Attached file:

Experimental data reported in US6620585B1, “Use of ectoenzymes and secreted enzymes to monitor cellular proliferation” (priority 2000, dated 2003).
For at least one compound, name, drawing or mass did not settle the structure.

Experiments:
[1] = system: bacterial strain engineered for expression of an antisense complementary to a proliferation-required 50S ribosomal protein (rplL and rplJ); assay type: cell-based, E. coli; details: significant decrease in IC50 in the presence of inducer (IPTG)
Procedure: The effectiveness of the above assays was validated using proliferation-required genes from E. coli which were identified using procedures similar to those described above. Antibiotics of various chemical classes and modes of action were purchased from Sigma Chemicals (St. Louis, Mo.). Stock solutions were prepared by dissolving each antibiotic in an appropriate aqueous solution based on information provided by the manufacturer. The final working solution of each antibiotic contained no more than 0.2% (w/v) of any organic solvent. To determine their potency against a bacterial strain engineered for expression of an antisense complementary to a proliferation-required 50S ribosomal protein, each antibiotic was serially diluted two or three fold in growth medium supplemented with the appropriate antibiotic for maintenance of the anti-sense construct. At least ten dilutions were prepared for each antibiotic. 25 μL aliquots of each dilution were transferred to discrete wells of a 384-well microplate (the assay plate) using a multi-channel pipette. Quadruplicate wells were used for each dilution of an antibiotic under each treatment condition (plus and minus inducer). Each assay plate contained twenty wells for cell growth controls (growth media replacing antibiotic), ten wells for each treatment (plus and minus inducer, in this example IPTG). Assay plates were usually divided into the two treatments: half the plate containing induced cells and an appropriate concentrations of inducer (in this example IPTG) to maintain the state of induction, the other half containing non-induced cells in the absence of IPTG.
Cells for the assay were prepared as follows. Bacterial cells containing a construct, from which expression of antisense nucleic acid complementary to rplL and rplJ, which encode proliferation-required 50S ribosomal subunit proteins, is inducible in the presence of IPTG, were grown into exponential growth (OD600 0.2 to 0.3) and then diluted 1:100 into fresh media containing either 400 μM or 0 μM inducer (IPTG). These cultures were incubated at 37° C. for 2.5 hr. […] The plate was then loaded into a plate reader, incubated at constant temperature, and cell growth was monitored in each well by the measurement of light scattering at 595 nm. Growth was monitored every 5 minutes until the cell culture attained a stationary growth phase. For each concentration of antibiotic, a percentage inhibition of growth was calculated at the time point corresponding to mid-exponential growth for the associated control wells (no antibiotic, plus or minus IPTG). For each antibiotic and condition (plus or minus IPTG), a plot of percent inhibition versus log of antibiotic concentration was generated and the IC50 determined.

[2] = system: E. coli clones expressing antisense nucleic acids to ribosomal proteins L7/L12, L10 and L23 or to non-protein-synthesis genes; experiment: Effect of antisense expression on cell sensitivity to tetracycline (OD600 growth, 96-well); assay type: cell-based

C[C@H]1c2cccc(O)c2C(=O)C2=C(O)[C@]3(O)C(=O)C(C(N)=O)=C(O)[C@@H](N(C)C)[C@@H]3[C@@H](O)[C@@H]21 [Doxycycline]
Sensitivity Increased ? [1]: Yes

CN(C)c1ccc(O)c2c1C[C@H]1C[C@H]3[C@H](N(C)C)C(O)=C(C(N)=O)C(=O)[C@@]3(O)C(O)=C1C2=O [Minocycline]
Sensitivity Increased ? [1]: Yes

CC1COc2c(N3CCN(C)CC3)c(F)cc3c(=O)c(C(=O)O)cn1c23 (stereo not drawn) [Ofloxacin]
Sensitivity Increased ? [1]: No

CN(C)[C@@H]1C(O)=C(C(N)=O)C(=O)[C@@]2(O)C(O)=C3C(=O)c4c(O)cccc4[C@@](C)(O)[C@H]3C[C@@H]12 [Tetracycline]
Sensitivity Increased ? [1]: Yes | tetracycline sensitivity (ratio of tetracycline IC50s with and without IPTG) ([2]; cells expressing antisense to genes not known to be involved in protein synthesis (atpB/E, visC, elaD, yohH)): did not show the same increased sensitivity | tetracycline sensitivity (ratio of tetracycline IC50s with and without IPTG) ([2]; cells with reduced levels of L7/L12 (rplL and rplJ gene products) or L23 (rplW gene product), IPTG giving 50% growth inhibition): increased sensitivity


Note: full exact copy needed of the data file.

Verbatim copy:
Experimental data reported in US6620585B1, “Use of ectoenzymes and secreted enzymes to monitor cellular proliferation” (priority 2000, dated 2003).
For at least one compound, name, drawing or mass did not settle the structure.

Experiments:
[1] = system: bacterial strain engineered for expression of an antisense complementary to a proliferation-required 50S ribosomal protein (rplL and rplJ); assay type: cell-based, E. coli; details: significant decrease in IC50 in the presence of inducer (IPTG)
Procedure: The effectiveness of the above assays was validated using proliferation-required genes from E. coli which were identified using procedures similar to those described above. Antibiotics of various chemical classes and modes of action were purchased from Sigma Chemicals (St. Louis, Mo.). Stock solutions were prepared by dissolving each antibiotic in an appropriate aqueous solution based on information provided by the manufacturer. The final working solution of each antibiotic contained no more than 0.2% (w/v) of any organic solvent. To determine their potency against a bacterial strain engineered for expression of an antisense complementary to a proliferation-required 50S ribosomal protein, each antibiotic was serially diluted two or three fold in growth medium supplemented with the appropriate antibiotic for maintenance of the anti-sense construct. At least ten dilutions were prepared for each antibiotic. 25 μL aliquots of each dilution were transferred to discrete wells of a 384-well microplate (the assay plate) using a multi-channel pipette. Quadruplicate wells were used for each dilution of an antibiotic under each treatment condition (plus and minus inducer). Each assay plate contained twenty wells for cell growth controls (growth media replacing antibiotic), ten wells for each treatment (plus and minus inducer, in this example IPTG). Assay plates were usually divided into the two treatments: half the plate containing induced cells and an appropriate concentrations of inducer (in this example IPTG) to maintain the state of induction, the other half containing non-induced cells in the absence of IPTG.
Cells for the assay were prepared as follows. Bacterial cells containing a construct, from which expression of antisense nucleic acid complementary to rplL and rplJ, which encode proliferation-required 50S ribosomal subunit proteins, is inducible in the presence of IPTG, were grown into exponential growth (OD600 0.2 to 0.3) and then diluted 1:100 into fresh media containing either 400 μM or 0 μM inducer (IPTG). These cultures were incubated at 37° C. for 2.5 hr. […] The plate was then loaded into a plate reader, incubated at constant temperature, and cell growth was monitored in each well by the measurement of light scattering at 595 nm. Growth was monitored every 5 minutes until the cell culture attained a stationary growth phase. For each concentration of antibiotic, a percentage inhibition of growth was calculated at the time point corresponding to mid-exponential growth for the associated control wells (no antibiotic, plus or minus IPTG). For each antibiotic and condition (plus or minus IPTG), a plot of percent inhibition versus log of antibiotic concentration was generated and the IC50 determined.

[2] = system: E. coli clones expressing antisense nucleic acids to ribosomal proteins L7/L12, L10 and L23 or to non-protein-synthesis genes; experiment: Effect of antisense expression on cell sensitivity to tetracycline (OD600 growth, 96-well); assay type: cell-based

C[C@H]1c2cccc(O)c2C(=O)C2=C(O)[C@]3(O)C(=O)C(C(N)=O)=C(O)[C@@H](N(C)C)[C@@H]3[C@@H](O)[C@@H]21 [Doxycycline]
Sensitivity Increased ? [1]: Yes

CN(C)c1ccc(O)c2c1C[C@H]1C[C@H]3[C@H](N(C)C)C(O)=C(C(N)=O)C(=O)[C@@]3(O)C(O)=C1C2=O [Minocycline]
Sensitivity Increased ? [1]: Yes

CC1COc2c(N3CCN(C)CC3)c(F)cc3c(=O)c(C(=O)O)cn1c23 (stereo not drawn) [Ofloxacin]
Sensitivity Increased ? [1]: No

CN(C)[C@@H]1C(O)=C(C(N)=O)C(=O)[C@@]2(O)C(O)=C3C(=O)c4c(O)cccc4[C@@](C)(O)[C@H]3C[C@@H]12 [Tetracycline]
Sensitivity Increased ? [1]: Yes | tetracycline sensitivity (ratio of tetracycline IC50s with and without IPTG) ([2]; cells expressing antisense to genes not known to be involved in protein synthesis (atpB/E, visC, elaD, yohH)): did not show the same increased sensitivity | tetracycline sensitivity (ratio of tetracycline IC50s with and without IPTG) ([2]; cells with reduced levels of L7/L12 (rplL and rplJ gene products) or L23 (rplW gene product), IPTG giving 50% growth inhibition): increased sensitivity